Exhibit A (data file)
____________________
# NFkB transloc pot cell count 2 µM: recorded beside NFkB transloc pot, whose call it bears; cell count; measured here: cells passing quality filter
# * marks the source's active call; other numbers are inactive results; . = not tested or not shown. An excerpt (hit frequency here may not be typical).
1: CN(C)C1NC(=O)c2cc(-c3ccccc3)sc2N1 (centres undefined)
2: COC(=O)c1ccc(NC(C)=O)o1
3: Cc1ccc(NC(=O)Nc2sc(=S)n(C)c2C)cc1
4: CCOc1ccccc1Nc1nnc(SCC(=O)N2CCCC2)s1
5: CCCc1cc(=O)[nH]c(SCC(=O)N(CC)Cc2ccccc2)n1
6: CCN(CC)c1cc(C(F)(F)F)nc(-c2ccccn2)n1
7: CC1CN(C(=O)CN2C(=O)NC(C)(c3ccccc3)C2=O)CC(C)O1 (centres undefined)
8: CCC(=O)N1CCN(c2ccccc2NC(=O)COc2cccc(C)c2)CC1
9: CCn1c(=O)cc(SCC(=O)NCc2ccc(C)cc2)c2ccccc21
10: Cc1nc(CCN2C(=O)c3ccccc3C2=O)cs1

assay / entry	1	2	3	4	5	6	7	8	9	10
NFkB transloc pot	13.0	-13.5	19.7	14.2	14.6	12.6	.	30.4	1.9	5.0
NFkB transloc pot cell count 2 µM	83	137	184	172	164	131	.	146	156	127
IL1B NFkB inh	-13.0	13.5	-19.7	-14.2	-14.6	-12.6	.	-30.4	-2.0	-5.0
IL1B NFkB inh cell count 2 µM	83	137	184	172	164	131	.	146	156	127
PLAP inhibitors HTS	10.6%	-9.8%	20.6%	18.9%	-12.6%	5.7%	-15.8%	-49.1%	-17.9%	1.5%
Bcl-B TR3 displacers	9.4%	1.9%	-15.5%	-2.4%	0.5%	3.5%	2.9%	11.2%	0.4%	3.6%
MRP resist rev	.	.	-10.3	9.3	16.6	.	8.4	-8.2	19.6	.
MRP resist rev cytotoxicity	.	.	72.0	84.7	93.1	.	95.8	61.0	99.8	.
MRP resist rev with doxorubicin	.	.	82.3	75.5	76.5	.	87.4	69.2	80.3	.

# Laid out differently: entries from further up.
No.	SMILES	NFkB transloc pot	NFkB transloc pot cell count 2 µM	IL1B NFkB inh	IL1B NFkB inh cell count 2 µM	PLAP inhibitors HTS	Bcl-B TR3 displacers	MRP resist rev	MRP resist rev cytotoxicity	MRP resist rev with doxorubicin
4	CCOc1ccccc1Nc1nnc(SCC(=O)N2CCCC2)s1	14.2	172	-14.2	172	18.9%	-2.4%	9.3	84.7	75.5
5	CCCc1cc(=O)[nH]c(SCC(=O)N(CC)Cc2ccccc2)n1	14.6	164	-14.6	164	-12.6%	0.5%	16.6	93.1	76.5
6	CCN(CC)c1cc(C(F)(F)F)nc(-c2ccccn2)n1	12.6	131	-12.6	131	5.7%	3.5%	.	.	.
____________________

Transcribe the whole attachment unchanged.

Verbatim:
# NFkB transloc pot cell count 2 µM: recorded beside NFkB transloc pot, whose call it bears; cell count; measured here: cells passing quality filter
# * marks the source's active call; other numbers are inactive results; . = not tested or not shown. An excerpt (hit frequency here may not be typical).
1: CN(C)C1NC(=O)c2cc(-c3ccccc3)sc2N1 (centres undefined)
2: COC(=O)c1ccc(NC(C)=O)o1
3: Cc1ccc(NC(=O)Nc2sc(=S)n(C)c2C)cc1
4: CCOc1ccccc1Nc1nnc(SCC(=O)N2CCCC2)s1
5: CCCc1cc(=O)[nH]c(SCC(=O)N(CC)Cc2ccccc2)n1
6: CCN(CC)c1cc(C(F)(F)F)nc(-c2ccccn2)n1
7: CC1CN(C(=O)CN2C(=O)NC(C)(c3ccccc3)C2=O)CC(C)O1 (centres undefined)
8: CCC(=O)N1CCN(c2ccccc2NC(=O)COc2cccc(C)c2)CC1
9: CCn1c(=O)cc(SCC(=O)NCc2ccc(C)cc2)c2ccccc21
10: Cc1nc(CCN2C(=O)c3ccccc3C2=O)cs1

assay / entry	1	2	3	4	5	6	7	8	9	10
NFkB transloc pot	13.0	-13.5	19.7	14.2	14.6	12.6	.	30.4	1.9	5.0
NFkB transloc pot cell count 2 µM	83	137	184	172	164	131	.	146	156	127
IL1B NFkB inh	-13.0	13.5	-19.7	-14.2	-14.6	-12.6	.	-30.4	-2.0	-5.0
IL1B NFkB inh cell count 2 µM	83	137	184	172	164	131	.	146	156	127
PLAP inhibitors HTS	10.6%	-9.8%	20.6%	18.9%	-12.6%	5.7%	-15.8%	-49.1%	-17.9%	1.5%
Bcl-B TR3 displacers	9.4%	1.9%	-15.5%	-2.4%	0.5%	3.5%	2.9%	11.2%	0.4%	3.6%
MRP resist rev	.	.	-10.3	9.3	16.6	.	8.4	-8.2	19.6	.
MRP resist rev cytotoxicity	.	.	72.0	84.7	93.1	.	95.8	61.0	99.8	.
MRP resist rev with doxorubicin	.	.	82.3	75.5	76.5	.	87.4	69.2	80.3	.

# Laid out differently: entries from further up.
No.	SMILES	NFkB transloc pot	NFkB transloc pot cell count 2 µM	IL1B NFkB inh	IL1B NFkB inh cell count 2 µM	PLAP inhibitors HTS	Bcl-B TR3 displacers	MRP resist rev	MRP resist rev cytotoxicity	MRP resist rev with doxorubicin
4	CCOc1ccccc1Nc1nnc(SCC(=O)N2CCCC2)s1	14.2	172	-14.2	172	18.9%	-2.4%	9.3	84.7	75.5
5	CCCc1cc(=O)[nH]c(SCC(=O)N(CC)Cc2ccccc2)n1	14.6	164	-14.6	164	-12.6%	0.5%	16.6	93.1	76.5
6	CCN(CC)c1cc(C(F)(F)F)nc(-c2ccccn2)n1	12.6	131	-12.6	131	5.7%	3.5%	.	.	.